all three cases conditioned by a growing money supply.
In practice these cases occur both simultaneously and consecutively,
and very often they show interaction. The present high wave of inflation
is a good example of such close intermingling of causes. As early as the
second half of the sixties, the first symptoms of distinctly inflationary
developments were visible. Most industrial countries pursued expansionary
fiscal and monetary policies; labour markets tended to become overheated;
and wage increases far exceeded the growth in productivity. All this led
to a combination of demand-pull and cost-push inflation that caused most-
of these countries to have reached; or even crossed, the boundary between
the first and second zones by the time the oil crisis -broke.. An additional
factor that stokes up the fires of inflation is the strong tendency in our
society towards ever higher taxation rates and social insurance contributions.
This causes a restriction of disposable incomes and acts as an additional
impetus for wage increases to exceed the growth in productivity.
It is, therefore, when the primary causes have lost their impact
and do not recur, that the inflationary process does not run a more or less
quiet course, as we just now assumed when we referred to the situation in
the second zone. If in a demand-pull inflationary environment cost-push
inflation sets in, this cost-push inflation shows a strong tendency to
accelerate and to continue even after the demand-pull inflation has been
stopped (mostly by restrictive monetary and fiscal policies). The cause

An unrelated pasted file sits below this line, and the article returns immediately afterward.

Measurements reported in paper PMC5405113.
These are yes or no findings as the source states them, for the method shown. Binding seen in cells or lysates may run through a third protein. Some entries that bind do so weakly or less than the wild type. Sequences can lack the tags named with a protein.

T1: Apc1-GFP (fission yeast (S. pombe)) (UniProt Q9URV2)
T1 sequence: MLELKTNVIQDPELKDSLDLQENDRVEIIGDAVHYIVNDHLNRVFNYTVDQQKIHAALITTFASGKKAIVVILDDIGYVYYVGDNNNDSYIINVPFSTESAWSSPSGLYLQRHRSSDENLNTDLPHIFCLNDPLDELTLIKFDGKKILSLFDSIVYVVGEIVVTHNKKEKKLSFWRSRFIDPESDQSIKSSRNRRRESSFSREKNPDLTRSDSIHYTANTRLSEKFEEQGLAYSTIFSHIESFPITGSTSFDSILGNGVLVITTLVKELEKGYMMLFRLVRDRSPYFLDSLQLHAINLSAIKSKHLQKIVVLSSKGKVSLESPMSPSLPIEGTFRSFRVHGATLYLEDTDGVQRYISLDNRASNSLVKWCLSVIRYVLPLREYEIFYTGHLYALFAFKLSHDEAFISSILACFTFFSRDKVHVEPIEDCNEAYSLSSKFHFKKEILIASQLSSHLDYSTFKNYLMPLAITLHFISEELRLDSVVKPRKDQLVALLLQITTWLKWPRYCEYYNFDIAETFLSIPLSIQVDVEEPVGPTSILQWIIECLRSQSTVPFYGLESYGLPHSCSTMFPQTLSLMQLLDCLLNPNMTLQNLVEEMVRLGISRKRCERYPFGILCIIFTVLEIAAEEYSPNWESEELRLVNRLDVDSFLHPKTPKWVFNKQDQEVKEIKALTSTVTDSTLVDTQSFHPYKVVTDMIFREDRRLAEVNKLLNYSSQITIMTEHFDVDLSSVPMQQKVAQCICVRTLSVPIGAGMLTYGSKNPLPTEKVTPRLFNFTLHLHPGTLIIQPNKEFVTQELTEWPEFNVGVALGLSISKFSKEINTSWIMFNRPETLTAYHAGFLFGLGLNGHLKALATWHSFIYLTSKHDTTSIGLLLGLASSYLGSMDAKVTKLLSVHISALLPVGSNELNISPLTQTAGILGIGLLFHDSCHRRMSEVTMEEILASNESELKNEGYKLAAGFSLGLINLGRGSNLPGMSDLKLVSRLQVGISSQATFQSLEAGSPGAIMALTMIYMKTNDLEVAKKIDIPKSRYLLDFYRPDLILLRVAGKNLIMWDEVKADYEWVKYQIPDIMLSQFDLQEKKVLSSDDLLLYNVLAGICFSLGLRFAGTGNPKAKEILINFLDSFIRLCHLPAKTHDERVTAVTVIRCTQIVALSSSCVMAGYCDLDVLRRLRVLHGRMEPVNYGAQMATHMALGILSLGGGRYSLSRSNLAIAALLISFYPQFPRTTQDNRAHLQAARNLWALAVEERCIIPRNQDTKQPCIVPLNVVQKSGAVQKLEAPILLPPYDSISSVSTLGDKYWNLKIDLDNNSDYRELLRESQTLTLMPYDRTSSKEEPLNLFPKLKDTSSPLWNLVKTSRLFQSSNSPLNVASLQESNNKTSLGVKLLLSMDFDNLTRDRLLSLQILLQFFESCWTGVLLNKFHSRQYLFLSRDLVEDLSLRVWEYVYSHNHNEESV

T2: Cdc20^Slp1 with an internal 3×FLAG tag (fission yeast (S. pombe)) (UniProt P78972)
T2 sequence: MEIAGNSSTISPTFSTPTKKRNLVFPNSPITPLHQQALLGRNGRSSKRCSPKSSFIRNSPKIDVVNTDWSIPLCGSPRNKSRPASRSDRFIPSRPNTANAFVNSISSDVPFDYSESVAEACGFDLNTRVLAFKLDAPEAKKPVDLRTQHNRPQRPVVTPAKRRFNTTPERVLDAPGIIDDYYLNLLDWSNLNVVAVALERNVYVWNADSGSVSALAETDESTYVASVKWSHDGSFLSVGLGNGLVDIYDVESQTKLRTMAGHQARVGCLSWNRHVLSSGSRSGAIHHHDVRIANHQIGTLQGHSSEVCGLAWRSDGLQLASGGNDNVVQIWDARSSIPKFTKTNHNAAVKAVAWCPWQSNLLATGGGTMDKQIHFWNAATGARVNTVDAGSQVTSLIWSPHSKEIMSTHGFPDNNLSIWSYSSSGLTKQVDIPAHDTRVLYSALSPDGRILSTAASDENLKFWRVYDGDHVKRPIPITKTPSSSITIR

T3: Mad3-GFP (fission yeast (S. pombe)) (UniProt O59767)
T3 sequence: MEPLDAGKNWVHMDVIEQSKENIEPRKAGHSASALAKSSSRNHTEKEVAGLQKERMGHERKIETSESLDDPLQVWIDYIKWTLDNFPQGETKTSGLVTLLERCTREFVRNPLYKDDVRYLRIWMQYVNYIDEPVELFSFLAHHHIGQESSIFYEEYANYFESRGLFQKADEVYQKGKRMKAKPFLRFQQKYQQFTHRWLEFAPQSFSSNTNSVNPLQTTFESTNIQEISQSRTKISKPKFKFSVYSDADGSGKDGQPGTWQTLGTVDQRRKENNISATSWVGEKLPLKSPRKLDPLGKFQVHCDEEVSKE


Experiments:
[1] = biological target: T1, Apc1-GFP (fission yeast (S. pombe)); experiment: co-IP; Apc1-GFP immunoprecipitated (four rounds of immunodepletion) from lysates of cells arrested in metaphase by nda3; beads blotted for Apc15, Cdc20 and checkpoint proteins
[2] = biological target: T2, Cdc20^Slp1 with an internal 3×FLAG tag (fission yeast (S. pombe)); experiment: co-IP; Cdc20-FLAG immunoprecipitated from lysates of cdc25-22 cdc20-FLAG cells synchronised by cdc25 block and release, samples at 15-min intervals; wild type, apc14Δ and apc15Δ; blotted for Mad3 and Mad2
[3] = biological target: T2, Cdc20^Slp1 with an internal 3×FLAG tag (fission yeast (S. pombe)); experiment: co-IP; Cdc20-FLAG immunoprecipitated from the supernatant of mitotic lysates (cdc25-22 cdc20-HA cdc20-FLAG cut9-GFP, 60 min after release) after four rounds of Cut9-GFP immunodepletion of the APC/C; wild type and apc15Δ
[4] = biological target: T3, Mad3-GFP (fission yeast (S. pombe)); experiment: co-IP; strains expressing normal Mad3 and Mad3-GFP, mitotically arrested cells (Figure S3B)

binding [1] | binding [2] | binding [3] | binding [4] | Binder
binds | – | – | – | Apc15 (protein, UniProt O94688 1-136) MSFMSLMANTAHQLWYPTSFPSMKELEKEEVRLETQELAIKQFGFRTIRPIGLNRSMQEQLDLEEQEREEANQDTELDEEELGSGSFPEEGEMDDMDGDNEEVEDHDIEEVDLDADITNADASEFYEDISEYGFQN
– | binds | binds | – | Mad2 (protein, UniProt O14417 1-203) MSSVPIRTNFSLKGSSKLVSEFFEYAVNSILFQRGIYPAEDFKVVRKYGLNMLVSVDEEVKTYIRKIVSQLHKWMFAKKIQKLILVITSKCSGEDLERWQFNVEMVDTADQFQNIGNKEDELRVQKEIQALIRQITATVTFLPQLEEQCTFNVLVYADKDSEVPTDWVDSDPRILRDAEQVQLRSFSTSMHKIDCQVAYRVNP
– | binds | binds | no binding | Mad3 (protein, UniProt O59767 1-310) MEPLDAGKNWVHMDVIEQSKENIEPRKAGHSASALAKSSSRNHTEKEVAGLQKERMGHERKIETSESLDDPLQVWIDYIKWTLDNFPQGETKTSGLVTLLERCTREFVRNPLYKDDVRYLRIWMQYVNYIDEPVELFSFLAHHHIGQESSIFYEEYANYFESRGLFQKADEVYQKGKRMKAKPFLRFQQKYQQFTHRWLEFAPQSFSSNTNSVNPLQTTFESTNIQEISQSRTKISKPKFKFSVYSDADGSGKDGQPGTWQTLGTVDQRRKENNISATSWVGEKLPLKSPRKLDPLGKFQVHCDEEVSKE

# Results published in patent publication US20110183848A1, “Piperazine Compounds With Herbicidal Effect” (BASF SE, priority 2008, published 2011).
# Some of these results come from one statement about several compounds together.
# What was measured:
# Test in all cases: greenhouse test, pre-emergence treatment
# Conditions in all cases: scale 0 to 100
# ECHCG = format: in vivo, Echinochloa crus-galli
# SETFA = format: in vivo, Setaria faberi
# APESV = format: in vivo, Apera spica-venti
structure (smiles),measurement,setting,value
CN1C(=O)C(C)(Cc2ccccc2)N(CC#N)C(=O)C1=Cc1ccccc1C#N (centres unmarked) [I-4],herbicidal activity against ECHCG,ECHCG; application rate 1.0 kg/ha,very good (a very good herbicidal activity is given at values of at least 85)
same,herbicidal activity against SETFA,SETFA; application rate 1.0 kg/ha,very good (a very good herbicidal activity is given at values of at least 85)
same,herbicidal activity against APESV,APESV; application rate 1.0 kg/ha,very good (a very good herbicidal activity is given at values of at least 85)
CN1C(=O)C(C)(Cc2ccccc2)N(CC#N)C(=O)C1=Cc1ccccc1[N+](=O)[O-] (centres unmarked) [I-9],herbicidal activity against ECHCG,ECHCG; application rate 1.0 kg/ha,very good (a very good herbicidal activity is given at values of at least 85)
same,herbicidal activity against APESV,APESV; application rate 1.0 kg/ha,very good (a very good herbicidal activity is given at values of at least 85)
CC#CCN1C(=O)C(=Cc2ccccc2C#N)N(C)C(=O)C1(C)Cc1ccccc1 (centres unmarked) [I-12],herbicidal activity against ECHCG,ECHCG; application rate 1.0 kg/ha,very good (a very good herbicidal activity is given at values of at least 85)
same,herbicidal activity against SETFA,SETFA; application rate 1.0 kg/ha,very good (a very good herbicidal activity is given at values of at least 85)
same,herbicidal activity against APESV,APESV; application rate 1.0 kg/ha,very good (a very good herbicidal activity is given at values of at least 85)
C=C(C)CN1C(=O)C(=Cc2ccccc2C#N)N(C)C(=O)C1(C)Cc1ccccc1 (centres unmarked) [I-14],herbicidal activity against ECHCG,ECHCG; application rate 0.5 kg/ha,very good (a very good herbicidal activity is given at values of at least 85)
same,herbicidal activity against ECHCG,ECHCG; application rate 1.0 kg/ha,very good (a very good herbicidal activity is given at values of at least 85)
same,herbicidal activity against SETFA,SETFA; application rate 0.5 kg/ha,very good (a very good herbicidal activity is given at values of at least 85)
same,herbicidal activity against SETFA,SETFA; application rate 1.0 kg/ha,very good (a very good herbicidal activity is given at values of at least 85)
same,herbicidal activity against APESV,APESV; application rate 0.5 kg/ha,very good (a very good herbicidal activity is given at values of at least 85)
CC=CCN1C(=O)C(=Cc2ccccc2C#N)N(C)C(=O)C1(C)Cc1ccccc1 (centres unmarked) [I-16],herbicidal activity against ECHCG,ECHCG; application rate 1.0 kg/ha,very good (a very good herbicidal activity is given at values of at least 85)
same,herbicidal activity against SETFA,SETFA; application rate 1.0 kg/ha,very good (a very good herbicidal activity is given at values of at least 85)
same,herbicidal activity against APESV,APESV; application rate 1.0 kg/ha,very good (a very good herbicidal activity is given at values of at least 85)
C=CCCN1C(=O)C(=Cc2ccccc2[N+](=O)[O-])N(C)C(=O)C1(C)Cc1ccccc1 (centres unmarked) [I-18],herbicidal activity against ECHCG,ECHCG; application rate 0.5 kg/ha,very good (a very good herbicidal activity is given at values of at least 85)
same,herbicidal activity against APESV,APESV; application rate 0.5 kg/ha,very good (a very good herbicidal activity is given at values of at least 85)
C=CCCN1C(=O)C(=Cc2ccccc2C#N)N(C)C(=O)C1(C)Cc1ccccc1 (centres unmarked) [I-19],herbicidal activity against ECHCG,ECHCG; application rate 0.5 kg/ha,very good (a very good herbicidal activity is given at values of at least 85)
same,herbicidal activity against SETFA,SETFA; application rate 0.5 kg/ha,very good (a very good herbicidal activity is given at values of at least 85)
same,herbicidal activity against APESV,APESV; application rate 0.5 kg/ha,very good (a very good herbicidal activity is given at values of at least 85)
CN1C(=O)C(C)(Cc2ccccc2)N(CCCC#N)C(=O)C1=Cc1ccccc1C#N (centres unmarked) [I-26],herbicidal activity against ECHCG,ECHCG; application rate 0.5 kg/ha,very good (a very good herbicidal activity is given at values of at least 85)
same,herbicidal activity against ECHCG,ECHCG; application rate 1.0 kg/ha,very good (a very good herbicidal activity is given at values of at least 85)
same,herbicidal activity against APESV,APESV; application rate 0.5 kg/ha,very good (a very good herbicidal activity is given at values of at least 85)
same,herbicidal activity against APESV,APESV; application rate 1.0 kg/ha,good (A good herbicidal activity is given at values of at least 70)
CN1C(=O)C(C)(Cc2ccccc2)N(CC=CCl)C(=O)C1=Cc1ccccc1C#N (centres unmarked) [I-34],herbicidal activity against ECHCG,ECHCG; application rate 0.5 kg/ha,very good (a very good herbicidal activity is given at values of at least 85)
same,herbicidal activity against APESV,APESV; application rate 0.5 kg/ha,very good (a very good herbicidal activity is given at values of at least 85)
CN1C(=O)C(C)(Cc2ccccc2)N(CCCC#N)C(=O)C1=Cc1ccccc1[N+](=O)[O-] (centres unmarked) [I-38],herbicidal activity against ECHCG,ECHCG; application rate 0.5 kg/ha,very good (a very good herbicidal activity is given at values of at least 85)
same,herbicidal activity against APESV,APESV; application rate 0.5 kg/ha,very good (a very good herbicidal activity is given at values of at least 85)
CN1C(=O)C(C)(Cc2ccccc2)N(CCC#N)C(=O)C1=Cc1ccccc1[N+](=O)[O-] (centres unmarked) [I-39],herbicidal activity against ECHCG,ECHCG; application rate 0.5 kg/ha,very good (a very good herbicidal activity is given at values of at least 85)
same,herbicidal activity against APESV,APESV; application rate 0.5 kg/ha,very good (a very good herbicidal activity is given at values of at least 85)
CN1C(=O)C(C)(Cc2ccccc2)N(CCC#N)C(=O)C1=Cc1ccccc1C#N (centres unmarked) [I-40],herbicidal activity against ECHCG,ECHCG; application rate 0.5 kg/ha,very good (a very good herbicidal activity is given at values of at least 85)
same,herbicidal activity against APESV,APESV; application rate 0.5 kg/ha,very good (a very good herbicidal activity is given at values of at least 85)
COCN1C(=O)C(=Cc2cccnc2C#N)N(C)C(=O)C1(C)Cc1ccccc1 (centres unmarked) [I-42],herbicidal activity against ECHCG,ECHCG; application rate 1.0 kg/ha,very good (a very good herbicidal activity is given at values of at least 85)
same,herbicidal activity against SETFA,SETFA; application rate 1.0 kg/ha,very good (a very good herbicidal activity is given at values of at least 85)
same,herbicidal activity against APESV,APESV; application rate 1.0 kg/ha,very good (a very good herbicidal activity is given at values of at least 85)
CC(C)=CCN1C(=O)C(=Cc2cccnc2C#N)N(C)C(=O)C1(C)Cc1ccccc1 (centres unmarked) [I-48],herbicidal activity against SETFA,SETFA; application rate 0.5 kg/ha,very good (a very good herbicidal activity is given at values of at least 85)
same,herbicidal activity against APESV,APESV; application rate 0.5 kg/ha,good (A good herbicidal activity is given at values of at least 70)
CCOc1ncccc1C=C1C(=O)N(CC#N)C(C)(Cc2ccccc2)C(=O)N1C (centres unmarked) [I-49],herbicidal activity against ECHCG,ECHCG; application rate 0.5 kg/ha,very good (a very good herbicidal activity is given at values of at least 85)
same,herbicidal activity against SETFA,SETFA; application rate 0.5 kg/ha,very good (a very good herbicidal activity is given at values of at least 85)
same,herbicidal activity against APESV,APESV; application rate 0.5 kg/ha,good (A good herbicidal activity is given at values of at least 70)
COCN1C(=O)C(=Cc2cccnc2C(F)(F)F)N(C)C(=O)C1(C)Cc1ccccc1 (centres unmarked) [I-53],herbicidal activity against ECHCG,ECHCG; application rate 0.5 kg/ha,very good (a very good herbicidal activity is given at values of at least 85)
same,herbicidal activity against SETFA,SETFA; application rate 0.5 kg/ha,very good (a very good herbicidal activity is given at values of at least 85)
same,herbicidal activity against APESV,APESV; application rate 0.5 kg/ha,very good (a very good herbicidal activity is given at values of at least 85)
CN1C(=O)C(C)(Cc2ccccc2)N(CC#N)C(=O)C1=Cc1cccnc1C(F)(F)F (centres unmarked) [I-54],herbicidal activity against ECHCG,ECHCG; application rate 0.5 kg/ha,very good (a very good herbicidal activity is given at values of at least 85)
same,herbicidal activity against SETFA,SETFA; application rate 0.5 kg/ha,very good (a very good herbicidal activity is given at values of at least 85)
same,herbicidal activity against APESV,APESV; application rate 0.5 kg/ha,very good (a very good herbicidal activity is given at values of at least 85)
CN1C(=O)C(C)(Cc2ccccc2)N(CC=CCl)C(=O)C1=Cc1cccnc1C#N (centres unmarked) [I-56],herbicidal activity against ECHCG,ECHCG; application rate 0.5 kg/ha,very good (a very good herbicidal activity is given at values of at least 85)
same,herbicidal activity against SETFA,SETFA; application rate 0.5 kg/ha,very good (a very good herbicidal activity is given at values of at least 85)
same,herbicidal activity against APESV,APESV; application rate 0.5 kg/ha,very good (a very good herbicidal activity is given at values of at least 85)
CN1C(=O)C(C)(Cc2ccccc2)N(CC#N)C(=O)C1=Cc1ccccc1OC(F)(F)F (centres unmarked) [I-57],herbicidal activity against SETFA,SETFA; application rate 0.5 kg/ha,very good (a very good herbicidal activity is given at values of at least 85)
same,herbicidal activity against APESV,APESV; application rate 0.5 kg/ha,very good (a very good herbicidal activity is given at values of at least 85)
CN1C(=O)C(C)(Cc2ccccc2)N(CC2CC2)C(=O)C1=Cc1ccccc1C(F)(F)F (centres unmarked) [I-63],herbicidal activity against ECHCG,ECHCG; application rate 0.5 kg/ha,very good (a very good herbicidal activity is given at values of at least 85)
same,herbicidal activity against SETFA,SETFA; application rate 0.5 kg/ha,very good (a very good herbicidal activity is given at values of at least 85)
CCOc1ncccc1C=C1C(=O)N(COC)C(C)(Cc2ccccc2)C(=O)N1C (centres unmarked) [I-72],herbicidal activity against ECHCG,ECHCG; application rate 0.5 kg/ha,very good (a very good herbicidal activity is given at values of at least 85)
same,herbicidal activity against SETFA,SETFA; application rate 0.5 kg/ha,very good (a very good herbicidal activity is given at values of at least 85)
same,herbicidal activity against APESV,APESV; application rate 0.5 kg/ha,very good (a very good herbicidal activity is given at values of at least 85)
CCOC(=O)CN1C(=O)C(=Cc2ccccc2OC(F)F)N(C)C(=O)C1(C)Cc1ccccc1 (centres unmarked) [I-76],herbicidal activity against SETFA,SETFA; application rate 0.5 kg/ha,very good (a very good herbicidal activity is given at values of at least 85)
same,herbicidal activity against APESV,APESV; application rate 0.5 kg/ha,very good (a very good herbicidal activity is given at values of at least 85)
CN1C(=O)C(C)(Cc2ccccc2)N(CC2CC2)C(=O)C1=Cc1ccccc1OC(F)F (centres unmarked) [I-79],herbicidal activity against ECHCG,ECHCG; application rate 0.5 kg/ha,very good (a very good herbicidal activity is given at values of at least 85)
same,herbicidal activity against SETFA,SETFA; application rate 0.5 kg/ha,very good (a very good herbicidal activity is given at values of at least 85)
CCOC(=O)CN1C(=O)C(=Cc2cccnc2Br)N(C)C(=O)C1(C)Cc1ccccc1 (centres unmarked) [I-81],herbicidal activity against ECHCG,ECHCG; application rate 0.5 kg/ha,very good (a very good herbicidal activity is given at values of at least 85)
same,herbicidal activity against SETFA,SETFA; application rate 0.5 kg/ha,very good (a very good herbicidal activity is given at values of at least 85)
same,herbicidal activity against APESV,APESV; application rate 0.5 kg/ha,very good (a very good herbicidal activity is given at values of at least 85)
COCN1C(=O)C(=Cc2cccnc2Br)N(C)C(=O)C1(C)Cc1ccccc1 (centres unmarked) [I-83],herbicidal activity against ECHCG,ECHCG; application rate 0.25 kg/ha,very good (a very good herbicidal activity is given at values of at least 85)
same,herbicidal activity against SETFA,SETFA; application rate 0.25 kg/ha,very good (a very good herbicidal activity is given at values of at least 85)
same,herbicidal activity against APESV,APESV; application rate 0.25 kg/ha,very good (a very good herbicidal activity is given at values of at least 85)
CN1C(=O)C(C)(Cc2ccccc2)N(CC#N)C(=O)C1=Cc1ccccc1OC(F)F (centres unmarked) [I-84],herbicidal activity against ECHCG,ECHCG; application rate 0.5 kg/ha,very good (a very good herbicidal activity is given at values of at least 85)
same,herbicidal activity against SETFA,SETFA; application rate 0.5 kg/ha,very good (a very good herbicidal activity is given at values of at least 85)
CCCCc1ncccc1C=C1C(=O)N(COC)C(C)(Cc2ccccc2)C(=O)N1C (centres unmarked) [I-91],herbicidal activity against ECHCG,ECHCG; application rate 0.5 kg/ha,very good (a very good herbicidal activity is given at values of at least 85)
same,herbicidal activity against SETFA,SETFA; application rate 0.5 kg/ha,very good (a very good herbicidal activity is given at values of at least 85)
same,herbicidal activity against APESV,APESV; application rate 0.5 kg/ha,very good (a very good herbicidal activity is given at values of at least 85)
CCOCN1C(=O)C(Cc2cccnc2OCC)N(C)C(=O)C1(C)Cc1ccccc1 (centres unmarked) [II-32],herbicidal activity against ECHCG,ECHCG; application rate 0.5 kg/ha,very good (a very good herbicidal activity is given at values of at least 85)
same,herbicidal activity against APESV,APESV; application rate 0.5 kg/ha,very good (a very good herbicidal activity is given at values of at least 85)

of this dynamic development is the interaction between wage and price
rises, an interaction that in turn is strongly influenced by wage-earners'
expectations, which are raised and disappointed in endless succession. On
the basis of expected price patterns they assume that the increment obtained
in money terms will be translated into a certain improvement in real terms.
When the increments are considerably in excess of the growth in productivity,
disappointment is inevitable because prices turn out to be rising more
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sharply than expected. The next wage increase will therefore be based
on expectations of a faster price rise, and so on. The process may
be reinforced by an increasing burden of taxes and social insurance
Pay rises that exceed the scope created by the improvement in
productivity are an intrinsic part of the dynamism of inflation. This
is obvious if we study the available statistics. In doing so, we should
compare the rise in,productivity- adjusted fOr changes in the terms of
trade - the rise in nominal wages per worker, adjusted by means
of the GNP deflator.
We have thus reached the situation where inflation is careering
ahead at full gallop. The third zone has replaced the second one. In
many industrial countries the course of events has actually been as
described. Although the higher oil prices were undoubtedly an extra
stimulus, we should not overlook the fact that they were not the underlying
cause. If, at the time of the oil crisis, inflation had been mild or
almost absent, the effects of the oil price rise might have been absorbed
without great effort. But the economic environment had alre.ady become
unstable and was no longer able to cushion the he,avy (This
observation relates to the consequences of the oil crisis for the rate
at which prices are The implications for international expenditure
and balance-of-payments equilibrium would take us to the issue of recycling,
for which I may refer to Annex.) The repercussions of such an intensive
cumulative inflationary development are severe. This holds for the economic,
the social and the political aspects, as already mentioned. I shall now
consider these aspects in some more detail.
It is obvious that the business sector is particularly sensitive